Keeping a close eye on yield-robbers is critical to maximizing on-farm profits and yields. Even in high production years like 2014, foliar diseases can take a bite out of soybean productivity. Add to that the emerging issues of fungicide resistance in the frogeye leaf spot pathogen (Cercospora sojina), and there are a number of issues worth watching.
“We saw less of a problem with frogeye leaf spot this year compared to some recent years,” says Carl Bradley, Ph.D., associate professor of plant pathology at the University of Illinois. “While it’s not a major disease in Illinois, we do find it at some level somewhere in the state every year, but it is usually more of an issue further south.”
In Southern Illinois, growers can see yield losses due to frogeye leaf spot, especially if they’re growing the wrong variety. If a grower in that area planted a susceptible variety, frogeye leaf spot probably did show up in 2014, explains Bradley.
Bradley’s research plots, where he studies ways to control the fungicide-resistant variant of the pathogen that causes frogeye leaf spot, are located in extreme Southeastern Illinois at the University of Illinois’ research farm near Dixon Springs. He said 2014 brought cooler weather in July, with low temperatures about 5 degrees below the 30-year average low. That unseasonably cool weather helped, as temperatures dropped at a critical time, slowing the spread of the disease.
“From looking at our research plots, the disease didn’t develop as quickly as it has in the last few years, and we think that was because of temperature. Our cooler July weather helped push back the development of symptoms. We ended up with a significant amount of the disease, but it showed up later and had less time to affect yield.”
Bradley says that researchers are continuing to track frogeye leaf spot resistance. Resistant strains have been documented in 10 states and while no new states were added to the list in 2014, researchers did identify additional areas with documented fungicide-resistant strains.
“Fungicide resistance is definitely out there and it will continue to be a problem,” explains Bradley. “We are seeing an increase in the prevalence of this disease in some areas, and in some cases, growers are having trouble controlling it.”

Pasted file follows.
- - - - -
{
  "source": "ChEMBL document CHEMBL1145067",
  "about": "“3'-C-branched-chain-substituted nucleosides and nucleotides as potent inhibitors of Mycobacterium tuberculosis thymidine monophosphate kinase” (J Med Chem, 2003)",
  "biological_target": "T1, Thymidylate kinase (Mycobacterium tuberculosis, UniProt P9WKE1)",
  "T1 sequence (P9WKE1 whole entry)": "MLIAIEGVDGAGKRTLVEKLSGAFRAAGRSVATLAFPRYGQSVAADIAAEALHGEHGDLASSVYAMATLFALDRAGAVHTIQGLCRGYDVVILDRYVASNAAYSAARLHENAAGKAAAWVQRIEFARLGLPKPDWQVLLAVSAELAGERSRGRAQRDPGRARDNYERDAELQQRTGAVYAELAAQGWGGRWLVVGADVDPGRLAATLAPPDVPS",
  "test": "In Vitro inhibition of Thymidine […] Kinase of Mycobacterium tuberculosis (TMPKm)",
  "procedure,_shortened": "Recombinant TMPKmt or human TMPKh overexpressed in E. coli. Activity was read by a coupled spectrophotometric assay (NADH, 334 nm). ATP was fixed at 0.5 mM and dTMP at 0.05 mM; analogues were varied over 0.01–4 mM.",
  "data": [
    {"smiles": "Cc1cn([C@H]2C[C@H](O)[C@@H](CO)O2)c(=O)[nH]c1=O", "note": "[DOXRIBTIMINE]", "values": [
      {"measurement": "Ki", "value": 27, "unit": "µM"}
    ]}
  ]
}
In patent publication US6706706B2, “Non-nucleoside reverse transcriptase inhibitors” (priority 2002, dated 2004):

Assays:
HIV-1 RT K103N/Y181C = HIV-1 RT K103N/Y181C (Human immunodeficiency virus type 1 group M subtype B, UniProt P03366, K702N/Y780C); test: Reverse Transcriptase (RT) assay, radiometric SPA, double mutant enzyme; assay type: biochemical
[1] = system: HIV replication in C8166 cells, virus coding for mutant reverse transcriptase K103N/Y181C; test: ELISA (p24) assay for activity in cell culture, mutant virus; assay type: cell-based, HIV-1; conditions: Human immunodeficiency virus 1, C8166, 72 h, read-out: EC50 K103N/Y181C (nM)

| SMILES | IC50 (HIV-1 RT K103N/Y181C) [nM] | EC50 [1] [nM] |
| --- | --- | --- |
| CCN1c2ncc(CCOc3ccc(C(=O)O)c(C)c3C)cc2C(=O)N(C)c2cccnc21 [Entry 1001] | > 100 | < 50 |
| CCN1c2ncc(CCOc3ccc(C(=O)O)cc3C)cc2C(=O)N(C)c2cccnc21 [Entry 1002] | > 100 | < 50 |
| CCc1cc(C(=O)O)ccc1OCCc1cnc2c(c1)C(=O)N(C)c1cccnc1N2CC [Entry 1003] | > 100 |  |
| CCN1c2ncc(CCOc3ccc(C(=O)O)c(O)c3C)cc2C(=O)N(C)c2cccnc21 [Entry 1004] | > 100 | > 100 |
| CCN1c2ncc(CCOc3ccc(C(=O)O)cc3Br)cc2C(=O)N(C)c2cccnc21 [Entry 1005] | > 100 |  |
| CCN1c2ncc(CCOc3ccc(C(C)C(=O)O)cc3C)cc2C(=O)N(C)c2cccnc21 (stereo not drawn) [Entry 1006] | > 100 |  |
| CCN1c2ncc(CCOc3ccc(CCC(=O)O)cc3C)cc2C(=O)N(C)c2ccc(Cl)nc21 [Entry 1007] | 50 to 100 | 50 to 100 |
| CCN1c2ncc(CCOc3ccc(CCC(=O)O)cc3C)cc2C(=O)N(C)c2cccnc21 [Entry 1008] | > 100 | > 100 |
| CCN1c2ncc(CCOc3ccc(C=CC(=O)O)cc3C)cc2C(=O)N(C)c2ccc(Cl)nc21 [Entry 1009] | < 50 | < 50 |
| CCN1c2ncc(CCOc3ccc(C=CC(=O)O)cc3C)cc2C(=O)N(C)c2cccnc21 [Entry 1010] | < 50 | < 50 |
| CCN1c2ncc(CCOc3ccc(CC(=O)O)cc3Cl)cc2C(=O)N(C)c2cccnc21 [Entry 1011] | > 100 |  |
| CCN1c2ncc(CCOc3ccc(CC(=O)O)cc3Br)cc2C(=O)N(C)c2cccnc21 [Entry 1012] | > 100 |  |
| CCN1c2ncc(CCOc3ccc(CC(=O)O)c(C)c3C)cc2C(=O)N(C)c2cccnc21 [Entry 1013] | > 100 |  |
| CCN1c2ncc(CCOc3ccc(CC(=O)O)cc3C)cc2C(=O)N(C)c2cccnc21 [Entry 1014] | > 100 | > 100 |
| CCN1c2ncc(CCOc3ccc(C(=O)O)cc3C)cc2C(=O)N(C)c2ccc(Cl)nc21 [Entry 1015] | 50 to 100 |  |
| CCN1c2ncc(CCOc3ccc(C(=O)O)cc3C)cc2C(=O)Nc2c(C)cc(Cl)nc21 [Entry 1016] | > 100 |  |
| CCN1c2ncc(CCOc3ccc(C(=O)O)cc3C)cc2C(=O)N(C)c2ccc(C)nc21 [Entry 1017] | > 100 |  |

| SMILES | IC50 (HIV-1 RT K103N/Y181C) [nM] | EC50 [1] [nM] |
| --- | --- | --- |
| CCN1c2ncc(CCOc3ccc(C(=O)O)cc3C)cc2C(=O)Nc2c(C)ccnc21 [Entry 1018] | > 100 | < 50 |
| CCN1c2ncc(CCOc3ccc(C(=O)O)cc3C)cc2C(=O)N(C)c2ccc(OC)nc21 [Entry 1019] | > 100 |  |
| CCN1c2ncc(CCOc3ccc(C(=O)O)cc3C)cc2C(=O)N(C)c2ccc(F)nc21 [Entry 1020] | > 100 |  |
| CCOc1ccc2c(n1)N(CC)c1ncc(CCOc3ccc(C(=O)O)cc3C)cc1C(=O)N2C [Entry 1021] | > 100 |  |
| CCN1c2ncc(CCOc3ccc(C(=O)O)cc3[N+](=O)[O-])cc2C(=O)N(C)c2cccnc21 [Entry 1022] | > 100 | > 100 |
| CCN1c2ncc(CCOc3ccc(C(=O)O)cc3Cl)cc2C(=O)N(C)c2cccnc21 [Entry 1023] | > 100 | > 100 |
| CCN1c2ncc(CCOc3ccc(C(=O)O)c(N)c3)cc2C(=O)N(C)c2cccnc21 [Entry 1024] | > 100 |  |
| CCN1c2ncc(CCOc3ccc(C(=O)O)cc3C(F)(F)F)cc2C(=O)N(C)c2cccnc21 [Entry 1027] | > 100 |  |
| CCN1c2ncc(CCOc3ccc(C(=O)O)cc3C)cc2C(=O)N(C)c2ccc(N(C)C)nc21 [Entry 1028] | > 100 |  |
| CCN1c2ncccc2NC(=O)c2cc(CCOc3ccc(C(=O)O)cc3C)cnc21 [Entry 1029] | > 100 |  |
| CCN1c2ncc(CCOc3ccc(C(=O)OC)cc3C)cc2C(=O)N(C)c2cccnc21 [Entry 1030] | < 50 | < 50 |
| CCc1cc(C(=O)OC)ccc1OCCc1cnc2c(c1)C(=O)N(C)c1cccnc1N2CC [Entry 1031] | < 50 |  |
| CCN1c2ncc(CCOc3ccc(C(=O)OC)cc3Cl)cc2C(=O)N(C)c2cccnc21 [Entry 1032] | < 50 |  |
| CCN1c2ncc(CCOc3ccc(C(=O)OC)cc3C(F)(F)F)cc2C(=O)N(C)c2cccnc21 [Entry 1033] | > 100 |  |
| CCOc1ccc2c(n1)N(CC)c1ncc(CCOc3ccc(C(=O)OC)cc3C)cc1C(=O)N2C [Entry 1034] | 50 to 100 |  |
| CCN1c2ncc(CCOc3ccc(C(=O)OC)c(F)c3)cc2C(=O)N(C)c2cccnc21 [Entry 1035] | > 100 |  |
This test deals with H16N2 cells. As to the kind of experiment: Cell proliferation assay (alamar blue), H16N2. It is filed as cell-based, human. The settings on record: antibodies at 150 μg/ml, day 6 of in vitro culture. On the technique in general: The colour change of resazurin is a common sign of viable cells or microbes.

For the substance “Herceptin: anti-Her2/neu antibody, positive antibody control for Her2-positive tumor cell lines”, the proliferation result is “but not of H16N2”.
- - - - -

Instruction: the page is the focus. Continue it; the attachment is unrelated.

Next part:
Management Key to Reducing Resistance
He adds that the key to slowing down the development and spread of fungicide-resistant strains is to apply fungicides that use different modes of action. Careful attention to selecting varieties can also help. “If frogeye leaf spot is a problem, growers need to find a variety with a higher level of resistance. Don’t just rely on fungicides to manage the problem.”
He adds that crop rotation is also important to keep disease pressure and fungicide resistance at bay. Most diseases are manageable with rotation, he explains. “The risk of higher levels of disease definitely increases with continuous soybean.”
Regardless of the management practices used, Bradley says that environment will still play the largest role in determining the extent of disease pressure. “Whatever weather conditions we have, we have to keep in mind that we have the full spectrum of soybean fungal pathogens present in most fields,” he explains.
“All of the fungi that cause these diseases are out there already, and harsh winter weather won’t help. If it can overwinter in Illinois, it will. Fungi can survive pretty well, even in a cold winter,” he adds.
Other Disease Impacts on 2014 Yields
Other diseases prevalent during the 2014 growing season included Sudden Death Syndrome (SDS) and Sclerotinia white mold. “The most important disease that we saw, in terms of the high level of incidence, was SDS.”
Bradley adds that both diseases are likely to show up in a high-yield environment like 2014. “Some growers may feel like a little bit of SDS means you’re likely to have good yields,” Bradley explains. “But if SDS shows up early in the season, it can create major yield losses.”
Bradley noticed one unusual occurrence in 2014 in the Southwestern part of the state, near Belleville, Ill. He said that SDS showed up much earlier in some area fields than normal. “We don’t usually see it hit until soybeans reach the reproductive phase, typically at the early stages of podding,” he says. “However, there were several instances where it appeared when plants were still in the vegetative stages.”
He adds that while some plants did seem to grow out of it, many didn’t branch as much as they normally would and had fewer pods, resulting in big yield losses in some areas.
While white mold (Sclerotinia) did appear in parts of Central and Northern Illinois, its overall appearance was not as bad as it was in 2009. Bradley added that cooler summers and higher moisture levels work together to create a good environment for white mold, to the extent that it did cause some yield losses to growers.
In addition, SCN was also present in 2014. “It’s easy to forget about SCN in years like 2014 when we have good yields and the symptoms of SCN weren’t as visible,” says Bradley. “But growers need to keep in mind that without proper management, SCN always will be causing yield losses.”
More information about fungicide resistance is available in Plant Management Network’s “Principles of Fungicide Resistance: Focusing on Soybean and Corn Production” free webinar.